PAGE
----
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Act in haste repent at leisure

By / 2 years ago / Comment / No Comments

Jayne Pett, sales and marketing director at Fleet Operations, considers whether diesels remain the vehicle of choice for business fleets?

Jayne Pett, sales and marketing director at Fleet Operations

Jayne Pett, sales and marketing director at Fleet Operations

Diesel has long been the fuel of choice for fleet operators – but in recent times, health concerns have seen it draw considerable fire.

Underpinned by a government commitment to reducing road transport emissions, the demonization of diesel shows few signs of abating.

The anti-diesel lobby has stressed the harmful effects of NOx emissions and particulates and, in response, the diesel car supplement was increased from three to four per cent in the Chancellor’s last budget.

Fleet specifiers are being offered an increasing array of electric and hybrid vehicles and, looking into its crystal ball, the British Vehicle Rental and Leasing Association (BVRLA) has predicted that this year we’ll see diesel knocked-off the top spot for new fleet registrations.

So are times changing? Questions are certainly being asked about fleet fuel strategies as company car choice lists are reviewed. A knee-jerk, overnight transition from diesel however could well prove costly, and ill-judged.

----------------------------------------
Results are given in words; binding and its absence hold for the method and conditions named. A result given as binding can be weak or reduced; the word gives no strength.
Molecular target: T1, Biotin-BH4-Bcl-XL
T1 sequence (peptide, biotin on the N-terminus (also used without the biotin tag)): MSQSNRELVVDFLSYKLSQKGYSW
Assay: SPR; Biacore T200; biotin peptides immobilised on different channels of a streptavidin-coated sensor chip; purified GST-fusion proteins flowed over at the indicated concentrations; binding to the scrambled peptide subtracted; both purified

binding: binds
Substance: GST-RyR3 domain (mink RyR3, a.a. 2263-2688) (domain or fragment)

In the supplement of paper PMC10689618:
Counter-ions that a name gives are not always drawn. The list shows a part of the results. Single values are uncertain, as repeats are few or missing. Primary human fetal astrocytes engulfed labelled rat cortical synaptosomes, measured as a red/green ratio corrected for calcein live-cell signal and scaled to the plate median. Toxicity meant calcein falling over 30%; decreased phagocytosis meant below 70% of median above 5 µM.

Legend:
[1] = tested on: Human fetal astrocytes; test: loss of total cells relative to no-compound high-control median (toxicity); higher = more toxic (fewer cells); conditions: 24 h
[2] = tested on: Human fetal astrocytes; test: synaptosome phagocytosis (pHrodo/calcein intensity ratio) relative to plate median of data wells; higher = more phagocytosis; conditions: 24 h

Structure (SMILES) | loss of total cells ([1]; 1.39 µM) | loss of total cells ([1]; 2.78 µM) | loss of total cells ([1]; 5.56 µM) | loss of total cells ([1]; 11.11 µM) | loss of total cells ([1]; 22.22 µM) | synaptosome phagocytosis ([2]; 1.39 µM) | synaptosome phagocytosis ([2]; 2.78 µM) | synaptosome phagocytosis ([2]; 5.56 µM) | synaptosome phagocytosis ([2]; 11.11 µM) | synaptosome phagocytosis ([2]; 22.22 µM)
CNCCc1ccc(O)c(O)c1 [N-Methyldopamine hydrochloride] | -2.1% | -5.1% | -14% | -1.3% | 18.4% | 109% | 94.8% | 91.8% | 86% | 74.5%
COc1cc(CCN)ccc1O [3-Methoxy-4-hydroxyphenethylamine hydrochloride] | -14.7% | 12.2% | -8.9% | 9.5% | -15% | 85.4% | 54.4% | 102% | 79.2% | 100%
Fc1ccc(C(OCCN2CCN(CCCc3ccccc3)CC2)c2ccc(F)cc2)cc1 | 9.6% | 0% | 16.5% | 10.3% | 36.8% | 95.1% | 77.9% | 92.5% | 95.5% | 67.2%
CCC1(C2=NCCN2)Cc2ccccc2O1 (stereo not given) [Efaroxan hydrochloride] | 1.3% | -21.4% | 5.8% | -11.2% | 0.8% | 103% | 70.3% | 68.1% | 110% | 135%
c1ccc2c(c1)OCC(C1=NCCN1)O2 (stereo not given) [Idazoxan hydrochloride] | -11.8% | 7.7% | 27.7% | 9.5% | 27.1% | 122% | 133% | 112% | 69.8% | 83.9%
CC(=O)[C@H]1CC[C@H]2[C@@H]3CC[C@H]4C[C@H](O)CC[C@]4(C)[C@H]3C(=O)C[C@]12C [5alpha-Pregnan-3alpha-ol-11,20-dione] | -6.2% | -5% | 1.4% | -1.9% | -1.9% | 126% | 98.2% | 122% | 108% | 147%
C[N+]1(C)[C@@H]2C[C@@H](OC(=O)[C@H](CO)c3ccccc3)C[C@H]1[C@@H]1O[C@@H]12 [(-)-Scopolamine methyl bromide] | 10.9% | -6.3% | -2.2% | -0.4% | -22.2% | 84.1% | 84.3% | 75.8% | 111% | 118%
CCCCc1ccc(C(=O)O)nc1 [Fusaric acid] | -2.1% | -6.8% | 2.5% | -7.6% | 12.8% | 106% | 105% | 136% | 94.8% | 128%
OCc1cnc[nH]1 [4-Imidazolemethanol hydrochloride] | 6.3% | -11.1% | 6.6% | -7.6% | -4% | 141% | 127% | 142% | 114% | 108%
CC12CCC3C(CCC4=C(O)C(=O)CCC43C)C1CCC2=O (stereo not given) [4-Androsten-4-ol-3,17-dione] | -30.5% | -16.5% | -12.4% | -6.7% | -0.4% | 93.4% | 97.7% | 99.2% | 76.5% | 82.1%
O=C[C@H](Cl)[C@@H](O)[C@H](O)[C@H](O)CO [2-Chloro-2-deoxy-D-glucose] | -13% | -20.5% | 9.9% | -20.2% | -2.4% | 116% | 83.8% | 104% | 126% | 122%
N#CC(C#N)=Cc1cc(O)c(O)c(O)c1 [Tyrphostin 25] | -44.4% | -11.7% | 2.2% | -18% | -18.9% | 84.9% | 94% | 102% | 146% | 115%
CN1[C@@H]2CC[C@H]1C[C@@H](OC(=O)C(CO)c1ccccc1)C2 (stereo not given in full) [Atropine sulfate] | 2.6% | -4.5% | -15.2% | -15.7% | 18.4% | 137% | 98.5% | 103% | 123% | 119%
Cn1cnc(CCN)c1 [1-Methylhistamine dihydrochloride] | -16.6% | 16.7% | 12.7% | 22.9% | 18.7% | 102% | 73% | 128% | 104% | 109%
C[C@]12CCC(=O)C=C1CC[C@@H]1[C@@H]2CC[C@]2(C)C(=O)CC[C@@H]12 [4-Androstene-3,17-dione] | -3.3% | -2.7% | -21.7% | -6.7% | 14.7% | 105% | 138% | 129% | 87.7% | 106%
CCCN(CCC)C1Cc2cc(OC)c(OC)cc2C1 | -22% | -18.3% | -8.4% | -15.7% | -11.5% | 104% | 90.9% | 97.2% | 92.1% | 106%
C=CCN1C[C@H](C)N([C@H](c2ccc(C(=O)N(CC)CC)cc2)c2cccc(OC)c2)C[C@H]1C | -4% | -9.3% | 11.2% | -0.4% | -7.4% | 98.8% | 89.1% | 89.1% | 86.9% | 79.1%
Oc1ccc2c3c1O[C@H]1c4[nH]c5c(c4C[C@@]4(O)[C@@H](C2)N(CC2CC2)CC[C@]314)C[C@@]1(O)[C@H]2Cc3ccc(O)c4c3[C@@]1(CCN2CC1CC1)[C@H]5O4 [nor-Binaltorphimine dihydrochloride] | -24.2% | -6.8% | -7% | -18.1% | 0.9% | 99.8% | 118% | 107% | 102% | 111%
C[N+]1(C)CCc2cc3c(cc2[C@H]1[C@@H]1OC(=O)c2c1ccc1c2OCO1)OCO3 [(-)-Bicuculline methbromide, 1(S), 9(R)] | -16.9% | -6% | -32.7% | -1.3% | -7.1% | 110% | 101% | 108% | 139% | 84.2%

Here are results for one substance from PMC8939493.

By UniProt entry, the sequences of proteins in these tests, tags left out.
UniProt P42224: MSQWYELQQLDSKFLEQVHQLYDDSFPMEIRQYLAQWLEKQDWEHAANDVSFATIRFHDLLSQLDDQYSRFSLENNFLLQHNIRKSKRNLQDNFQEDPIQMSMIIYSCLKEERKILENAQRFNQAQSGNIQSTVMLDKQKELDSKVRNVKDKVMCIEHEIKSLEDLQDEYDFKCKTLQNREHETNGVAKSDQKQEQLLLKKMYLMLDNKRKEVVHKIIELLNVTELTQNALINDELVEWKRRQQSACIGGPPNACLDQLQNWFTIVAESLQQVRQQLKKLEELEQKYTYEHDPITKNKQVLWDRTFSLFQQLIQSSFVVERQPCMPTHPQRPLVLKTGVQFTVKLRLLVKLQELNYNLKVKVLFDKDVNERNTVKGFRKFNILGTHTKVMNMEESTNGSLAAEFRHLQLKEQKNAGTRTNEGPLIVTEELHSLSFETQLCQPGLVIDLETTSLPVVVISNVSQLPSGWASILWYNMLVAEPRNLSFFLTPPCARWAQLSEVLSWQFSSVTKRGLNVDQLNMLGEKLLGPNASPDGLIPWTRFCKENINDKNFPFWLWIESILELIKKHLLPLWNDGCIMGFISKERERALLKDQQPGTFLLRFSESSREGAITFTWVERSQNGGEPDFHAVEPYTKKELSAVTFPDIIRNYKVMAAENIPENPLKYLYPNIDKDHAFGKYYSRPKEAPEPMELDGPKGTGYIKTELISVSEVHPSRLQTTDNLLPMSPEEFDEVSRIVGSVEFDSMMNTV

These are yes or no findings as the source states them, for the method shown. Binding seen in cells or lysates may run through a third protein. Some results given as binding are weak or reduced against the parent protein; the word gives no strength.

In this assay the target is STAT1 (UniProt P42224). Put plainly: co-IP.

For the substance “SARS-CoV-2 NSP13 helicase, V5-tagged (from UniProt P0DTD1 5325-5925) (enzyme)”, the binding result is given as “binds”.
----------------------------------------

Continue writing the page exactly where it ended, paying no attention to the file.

It should be remembered that the rise in the diesel supplement will apply only to diesel cars that do not meet the RDE2 standard. Next-generation clean diesels, which offer significant benefits in terms of reduced emissions, will be exempt. They will also be exempt from the London Ultra-Low Emission Zone that comes into force next year.

When taking account of real world data, feedback from fleet operators suggests that plug-in hybrid electric vehicles (PHEVs) can prove costlier on fuel for fleets that cover high mileage, outside the ‘electric only’ range. Even where shorter journeys are being made, if these vehicles are to prove cost-effective, clear PHEV policies must be in place to ensure that batteries are being recharged on a daily basis.

Industry data suggests that for those turning their back on diesel, petrol is currently the preferred option.

From an environmental perspective, however, diesel engines emit 20 per cent less CO2, on average, than their petrol counterparts. Furthermore, diesel engines continue to offer greater fuel efficiency than similar capacity petrol engines – in some cases by as much as 30 per cent.

So fleet operators should calculate the total cost of ownership carefully. They should also factor in other practical considerations.

While battery ranges are improving rapidly, their current limitations continue to pose a significant challenge for drivers of both PHEVs and electric vehicles (EVs). In the case of EVs a restricted charging station infrastructure can, at best, prove an inconvenience and at worst, risk significant business interruption and continual range anxiety among drivers.

With plans to ban the sale of new diesel cars, along with petrol counterparts, by 2040, in the long term, their days are clearly numbered. In the short to medium term, however, diesel can still offer a strong, cost-effective, fleet option.

Fleet decision-makers should take time to weight up their options – but, for many, retaining the black stuff on company car choice lists may prove the most prudent approach.

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